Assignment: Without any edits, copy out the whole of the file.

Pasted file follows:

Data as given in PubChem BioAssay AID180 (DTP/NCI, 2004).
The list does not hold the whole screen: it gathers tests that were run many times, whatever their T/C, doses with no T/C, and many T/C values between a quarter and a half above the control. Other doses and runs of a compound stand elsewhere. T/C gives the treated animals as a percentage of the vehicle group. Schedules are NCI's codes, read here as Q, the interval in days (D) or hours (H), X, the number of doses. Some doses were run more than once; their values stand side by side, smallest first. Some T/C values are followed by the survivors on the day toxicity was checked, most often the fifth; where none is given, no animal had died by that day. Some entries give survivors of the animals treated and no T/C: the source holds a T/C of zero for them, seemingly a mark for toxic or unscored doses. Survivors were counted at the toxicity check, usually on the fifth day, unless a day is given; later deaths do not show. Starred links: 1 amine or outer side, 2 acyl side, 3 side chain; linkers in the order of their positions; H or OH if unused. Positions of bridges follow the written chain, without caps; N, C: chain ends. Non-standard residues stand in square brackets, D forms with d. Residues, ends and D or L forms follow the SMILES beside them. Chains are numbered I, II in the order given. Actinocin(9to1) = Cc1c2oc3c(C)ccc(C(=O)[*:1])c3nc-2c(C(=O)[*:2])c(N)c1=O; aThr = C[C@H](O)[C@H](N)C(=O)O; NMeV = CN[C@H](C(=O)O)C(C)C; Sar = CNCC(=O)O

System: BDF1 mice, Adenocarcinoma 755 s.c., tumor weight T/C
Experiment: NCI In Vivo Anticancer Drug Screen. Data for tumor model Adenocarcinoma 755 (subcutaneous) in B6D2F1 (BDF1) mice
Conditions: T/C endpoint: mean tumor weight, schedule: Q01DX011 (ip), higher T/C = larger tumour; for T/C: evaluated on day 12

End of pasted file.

Data as given in PubChem BioAssay AID180 (DTP/NCI, 2004).
The list does not hold the whole screen: it gathers tests that were run many times, whatever their T/C, doses with no T/C, and many T/C values between a quarter and a half above the control. Other doses and runs of a compound stand elsewhere. T/C gives the treated animals as a percentage of the vehicle group. Schedules are NCI's codes, read here as Q, the interval in days (D) or hours (H), X, the number of doses. Some doses were run more than once; their values stand side by side, smallest first. Some T/C values are followed by the survivors on the day toxicity was checked, most often the fifth; where none is given, no animal had died by that day. Some entries give survivors of the animals treated and no T/C: the source holds a T/C of zero for them, seemingly a mark for toxic or unscored doses. Survivors were counted at the toxicity check, usually on the fifth day, unless a day is given; later deaths do not show. Starred links: 1 amine or outer side, 2 acyl side, 3 side chain; linkers in the order of their positions; H or OH if unused. Positions of bridges follow the written chain, without caps; N, C: chain ends. Non-standard residues stand in square brackets, D forms with d. Residues, ends and D or L forms follow the SMILES beside them. Chains are numbered I, II in the order given. Actinocin(9to1) = Cc1c2oc3c(C)ccc(C(=O)[*:1])c3nc-2c(C(=O)[*:2])c(N)c1=O; aThr = C[C@H](O)[C@H](N)C(=O)O; NMeV = CN[C@H](C(=O)O)C(C)C; Sar = CNCC(=O)O

System: BDF1 mice, Adenocarcinoma 755 s.c., tumor weight T/C
Experiment: NCI In Vivo Anticancer Drug Screen. Data for tumor model Adenocarcinoma 755 (subcutaneous) in B6D2F1 (BDF1) mice
Conditions: T/C endpoint: mean tumor weight, schedule: Q01DX011 (ip), higher T/C = larger tumour; for T/C: evaluated on day 12